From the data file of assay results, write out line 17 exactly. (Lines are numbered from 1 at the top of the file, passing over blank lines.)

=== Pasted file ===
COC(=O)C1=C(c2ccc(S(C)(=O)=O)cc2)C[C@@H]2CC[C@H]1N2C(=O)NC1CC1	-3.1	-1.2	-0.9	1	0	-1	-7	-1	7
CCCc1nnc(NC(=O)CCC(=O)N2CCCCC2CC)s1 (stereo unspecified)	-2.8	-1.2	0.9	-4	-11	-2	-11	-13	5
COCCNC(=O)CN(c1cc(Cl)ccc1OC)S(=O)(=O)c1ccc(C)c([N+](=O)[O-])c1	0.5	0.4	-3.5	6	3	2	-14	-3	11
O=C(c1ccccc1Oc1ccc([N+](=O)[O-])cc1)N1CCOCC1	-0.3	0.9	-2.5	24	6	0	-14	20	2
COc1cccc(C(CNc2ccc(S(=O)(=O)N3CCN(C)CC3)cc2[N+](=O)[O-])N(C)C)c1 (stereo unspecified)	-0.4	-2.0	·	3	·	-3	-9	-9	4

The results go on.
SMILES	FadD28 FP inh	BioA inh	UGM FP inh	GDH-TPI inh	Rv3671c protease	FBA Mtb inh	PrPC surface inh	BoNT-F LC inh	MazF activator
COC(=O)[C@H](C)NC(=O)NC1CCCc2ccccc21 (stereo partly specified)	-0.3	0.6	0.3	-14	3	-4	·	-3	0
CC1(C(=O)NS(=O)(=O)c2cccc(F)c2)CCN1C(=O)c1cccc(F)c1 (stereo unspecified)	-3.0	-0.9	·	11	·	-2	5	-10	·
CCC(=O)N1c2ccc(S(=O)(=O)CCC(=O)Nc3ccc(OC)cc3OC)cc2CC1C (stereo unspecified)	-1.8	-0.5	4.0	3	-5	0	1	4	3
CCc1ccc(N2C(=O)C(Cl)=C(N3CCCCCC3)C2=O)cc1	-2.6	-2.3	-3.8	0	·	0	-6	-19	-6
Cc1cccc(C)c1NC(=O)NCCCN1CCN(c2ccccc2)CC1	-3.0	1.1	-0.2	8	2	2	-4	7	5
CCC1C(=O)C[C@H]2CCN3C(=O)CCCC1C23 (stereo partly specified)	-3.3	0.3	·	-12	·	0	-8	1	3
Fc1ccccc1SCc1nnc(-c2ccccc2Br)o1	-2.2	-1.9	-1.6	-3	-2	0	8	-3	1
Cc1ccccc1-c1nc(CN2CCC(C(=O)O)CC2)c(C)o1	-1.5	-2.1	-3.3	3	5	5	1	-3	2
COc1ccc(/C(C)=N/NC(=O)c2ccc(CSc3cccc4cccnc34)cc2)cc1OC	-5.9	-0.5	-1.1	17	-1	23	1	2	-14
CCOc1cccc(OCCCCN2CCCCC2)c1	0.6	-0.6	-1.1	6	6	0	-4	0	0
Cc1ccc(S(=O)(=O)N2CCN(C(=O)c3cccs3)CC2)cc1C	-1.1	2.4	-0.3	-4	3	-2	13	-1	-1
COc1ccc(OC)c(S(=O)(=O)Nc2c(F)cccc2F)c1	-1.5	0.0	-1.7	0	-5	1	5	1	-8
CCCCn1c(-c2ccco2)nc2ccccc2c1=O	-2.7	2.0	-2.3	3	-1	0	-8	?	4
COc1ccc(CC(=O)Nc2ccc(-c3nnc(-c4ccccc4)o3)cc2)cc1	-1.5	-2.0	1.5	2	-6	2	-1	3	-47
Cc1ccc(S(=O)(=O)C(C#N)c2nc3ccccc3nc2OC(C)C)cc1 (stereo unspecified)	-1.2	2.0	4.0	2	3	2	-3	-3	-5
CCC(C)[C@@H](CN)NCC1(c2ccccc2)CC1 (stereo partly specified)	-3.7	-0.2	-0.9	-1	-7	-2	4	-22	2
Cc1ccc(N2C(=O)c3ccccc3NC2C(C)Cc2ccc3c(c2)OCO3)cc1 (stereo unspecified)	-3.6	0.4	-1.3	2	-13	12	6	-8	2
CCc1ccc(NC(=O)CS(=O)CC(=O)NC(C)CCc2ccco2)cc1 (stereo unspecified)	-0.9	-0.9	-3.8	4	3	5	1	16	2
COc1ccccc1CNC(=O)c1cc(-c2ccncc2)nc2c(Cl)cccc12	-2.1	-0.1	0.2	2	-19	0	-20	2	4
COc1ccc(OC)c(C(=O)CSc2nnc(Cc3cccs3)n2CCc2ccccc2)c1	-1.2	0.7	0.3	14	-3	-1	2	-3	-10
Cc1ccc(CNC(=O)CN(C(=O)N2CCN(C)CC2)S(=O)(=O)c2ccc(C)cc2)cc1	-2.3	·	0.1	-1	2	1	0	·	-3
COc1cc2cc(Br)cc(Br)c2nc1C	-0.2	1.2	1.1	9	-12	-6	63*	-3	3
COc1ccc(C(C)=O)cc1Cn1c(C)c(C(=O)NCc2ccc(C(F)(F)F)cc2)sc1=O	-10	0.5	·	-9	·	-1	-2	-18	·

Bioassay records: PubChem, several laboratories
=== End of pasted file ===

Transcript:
CCOc1cccc(OCCCCN2CCCCC2)c1	0.6	-0.6	-1.1	6	6	0	-4	0	0